Depression Effects, Signs & Symptoms

Understanding Depression

Learn About Depression

We all know what it’s like to feel extremely sad or even dejected at times. This may be due to something that we had counted on not coming through, such as a promotion or award, not being included in an event or party, or perhaps the end of a relationship. While we frequently use the word depression for such occurrences, for example, “I’m so depressed because he didn’t call last night,” these types of feelings are a normal part of life and are transient. For some people, however, feelings of sadness, pessimism, misery, and hopelessness are far more severe and last for much longer than what we all experience from time to time.

Major Depressive Disorder includes periods of time where the individual is depressed on more days than not, for the majority of the day. Often the depression is worse in the morning, though it is experienced as distressing throughout the day and can get in the way of the individual being able to sleep. Major depressive episodes last for at least two weeks and may remit shortly after this time period or continue for a longer duration. Due to the fact that major depression tends to go away and come back, many people fail to seek treatment, figuring that if it went away once it will go away again. However, even when the symptoms of depression go away, the experience is so negative that the person often experiences a great deal of anxiety as they worry about the next episode and when it may occur. Thus, even when the depressive feelings are no longer there and the individual returns to a more stable mood state, the presence of anxiety precludes the ability to experience a break from distressing symptoms. This often makes each subsequent episode worse. In addition, one of the hallmarks of depression is the loss of pleasure in activities and interactions. This means that what was once enjoyed and served to take the person’s mind off of their troubles is no longer available to help level out their mood.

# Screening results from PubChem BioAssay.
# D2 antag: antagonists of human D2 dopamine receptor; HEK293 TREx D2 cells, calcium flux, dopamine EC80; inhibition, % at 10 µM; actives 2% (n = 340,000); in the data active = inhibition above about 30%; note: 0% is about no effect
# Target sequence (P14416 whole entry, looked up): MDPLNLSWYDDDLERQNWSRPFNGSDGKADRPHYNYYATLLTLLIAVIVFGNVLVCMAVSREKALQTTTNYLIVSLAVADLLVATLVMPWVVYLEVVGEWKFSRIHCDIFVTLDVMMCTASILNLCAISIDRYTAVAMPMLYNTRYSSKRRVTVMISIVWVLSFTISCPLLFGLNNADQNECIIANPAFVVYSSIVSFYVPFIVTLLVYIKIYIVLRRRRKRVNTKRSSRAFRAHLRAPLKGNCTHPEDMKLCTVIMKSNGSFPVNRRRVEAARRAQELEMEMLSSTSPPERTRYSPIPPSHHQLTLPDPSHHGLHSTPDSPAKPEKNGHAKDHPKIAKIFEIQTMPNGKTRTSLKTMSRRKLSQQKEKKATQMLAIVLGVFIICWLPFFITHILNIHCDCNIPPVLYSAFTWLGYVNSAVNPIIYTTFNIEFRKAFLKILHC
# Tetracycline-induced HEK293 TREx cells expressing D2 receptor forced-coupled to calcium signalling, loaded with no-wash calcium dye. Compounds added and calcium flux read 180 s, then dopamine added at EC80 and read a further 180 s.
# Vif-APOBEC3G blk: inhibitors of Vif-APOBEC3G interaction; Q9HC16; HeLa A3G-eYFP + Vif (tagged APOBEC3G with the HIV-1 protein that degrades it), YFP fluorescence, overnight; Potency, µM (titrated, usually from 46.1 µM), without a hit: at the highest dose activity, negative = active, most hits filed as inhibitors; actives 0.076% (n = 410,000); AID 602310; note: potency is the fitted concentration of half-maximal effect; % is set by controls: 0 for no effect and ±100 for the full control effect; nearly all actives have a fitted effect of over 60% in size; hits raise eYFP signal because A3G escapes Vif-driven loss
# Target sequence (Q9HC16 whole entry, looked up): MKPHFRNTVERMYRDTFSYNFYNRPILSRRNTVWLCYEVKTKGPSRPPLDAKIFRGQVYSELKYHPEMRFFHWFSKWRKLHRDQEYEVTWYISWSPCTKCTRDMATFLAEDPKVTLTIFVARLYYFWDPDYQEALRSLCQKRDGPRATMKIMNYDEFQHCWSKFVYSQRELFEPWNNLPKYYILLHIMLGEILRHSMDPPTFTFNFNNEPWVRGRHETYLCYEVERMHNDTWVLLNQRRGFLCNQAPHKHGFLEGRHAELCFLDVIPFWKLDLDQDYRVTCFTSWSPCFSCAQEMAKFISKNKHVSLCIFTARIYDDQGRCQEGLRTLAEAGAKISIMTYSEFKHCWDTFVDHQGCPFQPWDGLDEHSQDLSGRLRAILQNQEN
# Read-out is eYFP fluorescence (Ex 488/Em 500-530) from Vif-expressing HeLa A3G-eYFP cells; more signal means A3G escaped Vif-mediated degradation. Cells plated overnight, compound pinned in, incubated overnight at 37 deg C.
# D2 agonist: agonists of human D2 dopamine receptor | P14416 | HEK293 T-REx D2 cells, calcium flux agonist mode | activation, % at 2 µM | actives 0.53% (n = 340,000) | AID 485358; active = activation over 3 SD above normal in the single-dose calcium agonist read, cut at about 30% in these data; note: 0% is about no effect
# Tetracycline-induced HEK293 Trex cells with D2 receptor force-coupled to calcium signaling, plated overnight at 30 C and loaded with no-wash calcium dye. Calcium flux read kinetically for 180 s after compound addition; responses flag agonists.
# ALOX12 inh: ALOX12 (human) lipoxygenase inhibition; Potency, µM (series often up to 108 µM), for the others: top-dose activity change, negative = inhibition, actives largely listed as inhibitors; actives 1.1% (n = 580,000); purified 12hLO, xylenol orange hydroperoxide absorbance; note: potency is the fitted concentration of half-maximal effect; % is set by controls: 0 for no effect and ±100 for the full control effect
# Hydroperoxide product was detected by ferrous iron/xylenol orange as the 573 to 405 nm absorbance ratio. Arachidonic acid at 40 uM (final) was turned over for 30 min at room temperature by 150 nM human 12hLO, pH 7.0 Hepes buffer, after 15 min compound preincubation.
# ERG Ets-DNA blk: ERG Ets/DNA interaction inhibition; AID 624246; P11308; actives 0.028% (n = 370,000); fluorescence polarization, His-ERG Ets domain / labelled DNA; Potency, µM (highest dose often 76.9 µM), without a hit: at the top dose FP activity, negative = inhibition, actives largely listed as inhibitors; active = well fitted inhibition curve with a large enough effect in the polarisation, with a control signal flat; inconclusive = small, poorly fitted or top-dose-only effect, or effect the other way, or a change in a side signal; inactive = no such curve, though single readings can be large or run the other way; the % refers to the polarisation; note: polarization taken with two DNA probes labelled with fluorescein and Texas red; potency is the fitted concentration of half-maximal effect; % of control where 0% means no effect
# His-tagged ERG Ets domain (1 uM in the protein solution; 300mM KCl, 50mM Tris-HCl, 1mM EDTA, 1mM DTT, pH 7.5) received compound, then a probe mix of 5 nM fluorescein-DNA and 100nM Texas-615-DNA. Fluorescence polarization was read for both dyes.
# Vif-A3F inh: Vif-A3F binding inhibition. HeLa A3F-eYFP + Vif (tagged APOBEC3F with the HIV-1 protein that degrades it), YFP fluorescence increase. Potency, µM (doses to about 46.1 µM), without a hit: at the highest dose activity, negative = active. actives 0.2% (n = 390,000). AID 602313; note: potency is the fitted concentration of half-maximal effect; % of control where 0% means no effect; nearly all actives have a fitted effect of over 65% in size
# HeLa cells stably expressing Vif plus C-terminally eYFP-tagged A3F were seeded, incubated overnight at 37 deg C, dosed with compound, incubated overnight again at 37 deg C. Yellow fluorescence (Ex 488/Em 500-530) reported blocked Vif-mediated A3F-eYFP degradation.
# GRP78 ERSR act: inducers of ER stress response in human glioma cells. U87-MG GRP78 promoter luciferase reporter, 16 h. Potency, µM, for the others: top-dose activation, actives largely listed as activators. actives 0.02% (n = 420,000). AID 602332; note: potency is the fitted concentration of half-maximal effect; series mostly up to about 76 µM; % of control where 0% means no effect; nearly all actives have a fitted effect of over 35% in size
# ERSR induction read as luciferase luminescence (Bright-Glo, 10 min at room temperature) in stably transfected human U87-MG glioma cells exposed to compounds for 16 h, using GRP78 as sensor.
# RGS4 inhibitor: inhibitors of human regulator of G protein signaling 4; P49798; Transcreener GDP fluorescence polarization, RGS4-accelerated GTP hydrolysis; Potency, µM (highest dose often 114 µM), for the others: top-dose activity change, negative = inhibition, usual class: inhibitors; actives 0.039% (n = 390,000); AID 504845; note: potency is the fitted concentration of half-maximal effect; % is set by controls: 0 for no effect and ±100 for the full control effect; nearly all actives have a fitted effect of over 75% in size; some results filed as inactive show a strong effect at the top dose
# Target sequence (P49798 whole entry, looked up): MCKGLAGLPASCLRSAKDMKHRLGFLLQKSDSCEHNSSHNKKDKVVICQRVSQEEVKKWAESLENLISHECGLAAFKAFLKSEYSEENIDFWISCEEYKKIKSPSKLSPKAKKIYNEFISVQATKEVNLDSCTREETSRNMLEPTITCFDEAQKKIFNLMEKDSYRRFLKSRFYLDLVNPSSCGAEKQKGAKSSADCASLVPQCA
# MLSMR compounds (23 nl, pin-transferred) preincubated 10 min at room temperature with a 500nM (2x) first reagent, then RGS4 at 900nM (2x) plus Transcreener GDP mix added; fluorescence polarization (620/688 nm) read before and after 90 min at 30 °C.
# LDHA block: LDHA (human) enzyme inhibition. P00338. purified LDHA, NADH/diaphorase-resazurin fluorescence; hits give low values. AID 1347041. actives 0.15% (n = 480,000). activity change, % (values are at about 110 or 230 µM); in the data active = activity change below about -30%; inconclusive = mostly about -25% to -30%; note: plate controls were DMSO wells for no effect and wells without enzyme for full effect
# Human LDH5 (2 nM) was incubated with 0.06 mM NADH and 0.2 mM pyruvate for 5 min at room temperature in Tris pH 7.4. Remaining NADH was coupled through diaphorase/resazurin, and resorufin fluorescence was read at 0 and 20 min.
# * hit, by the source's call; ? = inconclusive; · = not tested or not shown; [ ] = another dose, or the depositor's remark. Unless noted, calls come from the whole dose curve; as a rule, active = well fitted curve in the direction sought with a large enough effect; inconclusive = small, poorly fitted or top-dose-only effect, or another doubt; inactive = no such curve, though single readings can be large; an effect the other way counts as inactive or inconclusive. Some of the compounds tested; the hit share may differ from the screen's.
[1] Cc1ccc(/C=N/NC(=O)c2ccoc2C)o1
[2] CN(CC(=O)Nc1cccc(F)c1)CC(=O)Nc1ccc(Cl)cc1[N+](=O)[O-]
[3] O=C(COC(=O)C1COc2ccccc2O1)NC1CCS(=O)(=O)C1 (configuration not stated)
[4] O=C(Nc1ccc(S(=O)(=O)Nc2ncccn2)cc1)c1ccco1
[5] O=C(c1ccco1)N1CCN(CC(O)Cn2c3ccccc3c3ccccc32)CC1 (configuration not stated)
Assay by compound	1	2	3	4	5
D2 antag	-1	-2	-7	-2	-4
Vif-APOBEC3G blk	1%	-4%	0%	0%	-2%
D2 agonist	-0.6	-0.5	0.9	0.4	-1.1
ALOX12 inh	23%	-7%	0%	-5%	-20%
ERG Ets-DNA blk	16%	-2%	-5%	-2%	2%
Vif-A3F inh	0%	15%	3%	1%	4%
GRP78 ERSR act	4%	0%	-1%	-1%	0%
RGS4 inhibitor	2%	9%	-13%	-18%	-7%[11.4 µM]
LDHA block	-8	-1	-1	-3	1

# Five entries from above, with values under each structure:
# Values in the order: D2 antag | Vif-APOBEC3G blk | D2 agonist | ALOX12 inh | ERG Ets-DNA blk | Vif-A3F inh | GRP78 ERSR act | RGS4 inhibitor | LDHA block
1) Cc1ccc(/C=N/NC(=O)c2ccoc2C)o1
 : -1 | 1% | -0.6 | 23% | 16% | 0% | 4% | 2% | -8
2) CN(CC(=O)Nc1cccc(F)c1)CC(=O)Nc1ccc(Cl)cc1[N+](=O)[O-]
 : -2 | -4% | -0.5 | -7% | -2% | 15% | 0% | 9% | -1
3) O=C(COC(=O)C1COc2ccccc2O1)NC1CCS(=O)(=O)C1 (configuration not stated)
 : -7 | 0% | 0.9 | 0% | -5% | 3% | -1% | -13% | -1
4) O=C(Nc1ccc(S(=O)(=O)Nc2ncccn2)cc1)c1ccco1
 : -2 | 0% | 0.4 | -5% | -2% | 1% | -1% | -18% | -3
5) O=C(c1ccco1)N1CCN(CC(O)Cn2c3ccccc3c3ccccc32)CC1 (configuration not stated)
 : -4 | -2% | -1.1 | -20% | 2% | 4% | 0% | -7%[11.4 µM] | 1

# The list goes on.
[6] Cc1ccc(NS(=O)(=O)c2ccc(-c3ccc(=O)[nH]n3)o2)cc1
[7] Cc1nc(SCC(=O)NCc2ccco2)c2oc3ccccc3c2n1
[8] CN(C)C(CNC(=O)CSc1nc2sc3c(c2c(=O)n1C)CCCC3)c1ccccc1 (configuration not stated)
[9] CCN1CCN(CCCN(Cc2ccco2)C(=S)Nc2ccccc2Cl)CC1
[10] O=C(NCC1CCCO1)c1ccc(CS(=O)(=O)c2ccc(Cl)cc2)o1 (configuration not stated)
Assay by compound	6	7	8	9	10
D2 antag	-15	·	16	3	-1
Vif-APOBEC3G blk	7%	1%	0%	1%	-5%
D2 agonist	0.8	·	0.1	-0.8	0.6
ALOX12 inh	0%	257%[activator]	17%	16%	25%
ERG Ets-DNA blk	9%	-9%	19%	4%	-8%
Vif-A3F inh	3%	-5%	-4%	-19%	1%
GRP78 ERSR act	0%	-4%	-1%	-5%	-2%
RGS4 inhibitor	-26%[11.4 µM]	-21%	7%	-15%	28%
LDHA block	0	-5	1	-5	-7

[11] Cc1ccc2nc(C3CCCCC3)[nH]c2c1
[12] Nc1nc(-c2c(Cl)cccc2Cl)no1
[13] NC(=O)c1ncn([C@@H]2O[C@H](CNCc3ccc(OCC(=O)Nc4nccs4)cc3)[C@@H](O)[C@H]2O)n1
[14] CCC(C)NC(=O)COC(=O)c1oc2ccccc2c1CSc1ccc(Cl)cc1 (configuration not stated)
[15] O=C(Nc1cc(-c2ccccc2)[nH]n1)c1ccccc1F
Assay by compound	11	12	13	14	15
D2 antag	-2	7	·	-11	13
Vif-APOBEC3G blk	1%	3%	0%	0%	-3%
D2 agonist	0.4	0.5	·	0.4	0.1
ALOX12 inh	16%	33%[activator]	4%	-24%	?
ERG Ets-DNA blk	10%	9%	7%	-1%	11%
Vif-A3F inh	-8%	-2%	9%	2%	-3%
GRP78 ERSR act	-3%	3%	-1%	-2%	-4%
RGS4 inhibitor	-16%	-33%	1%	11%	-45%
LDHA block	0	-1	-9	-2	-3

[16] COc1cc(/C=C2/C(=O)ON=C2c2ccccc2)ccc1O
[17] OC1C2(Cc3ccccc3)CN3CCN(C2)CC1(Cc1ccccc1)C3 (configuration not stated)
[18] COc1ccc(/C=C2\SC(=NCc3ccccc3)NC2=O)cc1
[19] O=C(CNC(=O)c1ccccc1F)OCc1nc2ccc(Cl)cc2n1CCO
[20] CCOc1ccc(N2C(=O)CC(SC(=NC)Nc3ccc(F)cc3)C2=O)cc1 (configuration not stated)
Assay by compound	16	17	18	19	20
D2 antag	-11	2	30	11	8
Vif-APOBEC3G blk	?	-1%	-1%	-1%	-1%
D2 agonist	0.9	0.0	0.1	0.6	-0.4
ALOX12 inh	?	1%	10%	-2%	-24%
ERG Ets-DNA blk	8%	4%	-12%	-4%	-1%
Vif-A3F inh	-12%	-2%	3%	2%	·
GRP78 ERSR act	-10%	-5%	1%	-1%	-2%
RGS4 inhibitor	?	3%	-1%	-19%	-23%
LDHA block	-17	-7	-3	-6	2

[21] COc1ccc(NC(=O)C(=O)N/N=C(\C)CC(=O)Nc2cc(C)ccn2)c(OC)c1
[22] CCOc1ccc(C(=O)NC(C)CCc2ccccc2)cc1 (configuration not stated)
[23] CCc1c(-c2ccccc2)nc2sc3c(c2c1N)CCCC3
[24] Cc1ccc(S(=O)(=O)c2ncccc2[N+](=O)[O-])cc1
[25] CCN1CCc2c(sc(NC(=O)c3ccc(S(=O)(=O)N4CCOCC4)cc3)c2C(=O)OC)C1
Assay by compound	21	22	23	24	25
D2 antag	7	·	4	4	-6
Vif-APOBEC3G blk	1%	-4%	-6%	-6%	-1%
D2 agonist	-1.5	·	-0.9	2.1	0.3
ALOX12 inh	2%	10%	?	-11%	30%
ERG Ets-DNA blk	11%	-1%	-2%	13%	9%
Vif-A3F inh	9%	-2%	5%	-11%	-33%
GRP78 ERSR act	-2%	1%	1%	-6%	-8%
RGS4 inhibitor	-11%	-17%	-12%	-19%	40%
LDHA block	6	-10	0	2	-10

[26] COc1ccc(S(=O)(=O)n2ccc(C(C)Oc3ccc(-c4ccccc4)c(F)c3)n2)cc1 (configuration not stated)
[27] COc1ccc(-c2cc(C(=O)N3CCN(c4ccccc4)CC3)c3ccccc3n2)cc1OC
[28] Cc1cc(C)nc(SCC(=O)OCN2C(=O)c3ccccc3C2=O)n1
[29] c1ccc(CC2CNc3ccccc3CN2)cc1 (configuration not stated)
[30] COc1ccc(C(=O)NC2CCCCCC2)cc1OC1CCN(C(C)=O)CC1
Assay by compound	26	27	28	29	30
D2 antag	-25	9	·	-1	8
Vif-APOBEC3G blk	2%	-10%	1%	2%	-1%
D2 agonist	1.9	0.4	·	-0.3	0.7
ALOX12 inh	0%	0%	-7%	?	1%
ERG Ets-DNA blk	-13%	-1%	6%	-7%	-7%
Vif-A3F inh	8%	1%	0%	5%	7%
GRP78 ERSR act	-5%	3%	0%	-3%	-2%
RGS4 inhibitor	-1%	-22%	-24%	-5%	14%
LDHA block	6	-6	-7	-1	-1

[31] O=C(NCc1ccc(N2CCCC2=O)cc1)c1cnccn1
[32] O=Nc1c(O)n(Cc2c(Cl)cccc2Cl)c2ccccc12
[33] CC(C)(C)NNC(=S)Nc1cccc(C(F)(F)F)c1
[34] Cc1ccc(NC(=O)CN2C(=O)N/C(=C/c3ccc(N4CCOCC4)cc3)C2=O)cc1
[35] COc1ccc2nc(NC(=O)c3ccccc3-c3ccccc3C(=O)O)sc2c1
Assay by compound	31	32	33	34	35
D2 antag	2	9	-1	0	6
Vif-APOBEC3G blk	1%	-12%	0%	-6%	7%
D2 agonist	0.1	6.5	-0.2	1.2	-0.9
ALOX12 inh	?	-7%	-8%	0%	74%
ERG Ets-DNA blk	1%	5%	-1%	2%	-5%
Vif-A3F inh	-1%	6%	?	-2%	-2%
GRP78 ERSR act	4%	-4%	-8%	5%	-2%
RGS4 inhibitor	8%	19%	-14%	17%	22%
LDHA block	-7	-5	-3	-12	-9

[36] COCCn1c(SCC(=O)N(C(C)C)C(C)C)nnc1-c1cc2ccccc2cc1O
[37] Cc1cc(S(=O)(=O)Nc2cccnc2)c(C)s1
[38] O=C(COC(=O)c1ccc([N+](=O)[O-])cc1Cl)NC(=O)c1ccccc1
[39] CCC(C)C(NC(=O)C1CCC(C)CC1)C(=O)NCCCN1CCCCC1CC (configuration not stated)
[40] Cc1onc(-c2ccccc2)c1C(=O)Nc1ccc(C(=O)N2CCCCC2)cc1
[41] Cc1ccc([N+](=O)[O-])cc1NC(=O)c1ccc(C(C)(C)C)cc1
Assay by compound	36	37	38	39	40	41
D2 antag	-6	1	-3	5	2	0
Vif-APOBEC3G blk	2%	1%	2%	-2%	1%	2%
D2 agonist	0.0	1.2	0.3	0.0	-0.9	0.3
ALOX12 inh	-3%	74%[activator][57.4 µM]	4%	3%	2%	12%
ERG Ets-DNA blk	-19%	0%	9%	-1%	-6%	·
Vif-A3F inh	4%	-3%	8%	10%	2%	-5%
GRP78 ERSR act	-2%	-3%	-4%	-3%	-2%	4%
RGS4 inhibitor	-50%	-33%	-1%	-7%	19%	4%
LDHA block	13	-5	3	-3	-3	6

The symptoms of major depressive disorder are not part of a normally occurring mood state and you do not have to suffer any longer. At Lakeland, we are here to provide you with the compassion, support, and treatment you need to feel better and to be able to move on to establish a happy and fulfilling life.


Depression Statistics

According to the most recent data, the prevalence rate of major depressive disorder in the U.S. has been estimated at about 7%. Yet differences between gender and age groups exist. While rates of depression in boys and girls are similar, differences begin to emerge in adolescence. At this point the rate for females is approximately 1.5 to 3 times greater than the estimated rates for men. Regarding age, the estimated prevalence rate for those between the ages of 18 and 29 is 3 times greater than the rate found in those over the age of 59.

Co-Occurring Disorders

Depression and Co-Occurring Disorders

Depression rarely occurs alone and has been found to co-occur with practically all psychiatric, substance abuse, and physical disorders and conditions. Some of the more common disorders that co-occur with depression include:

  • Substance related disorders
  • Panic disorder
  • Obsessive compulsive disorder
  • Anorexia nervosa
  • Bulimia nervosa
  • Borderline personality disorder
  • ADHD in childhood
  • ODD in childhood
  • Separation anxiety in children

Causes and Risk Factors

Causes and Risk Factors for Depression

While no individual cause has been identified for depression, a number of factors have been acknowledged that contribute to the development of the disorder. These include:

Genetic- Depression is more likely to develop in individuals who have a family history that includes at least one first-degree relative with the disorder. While research has identified several genes that have been linked to depression, most experts believe that there are likely numerous genetic influences that interact with each other as well as the environment that contribute to the formation of depression.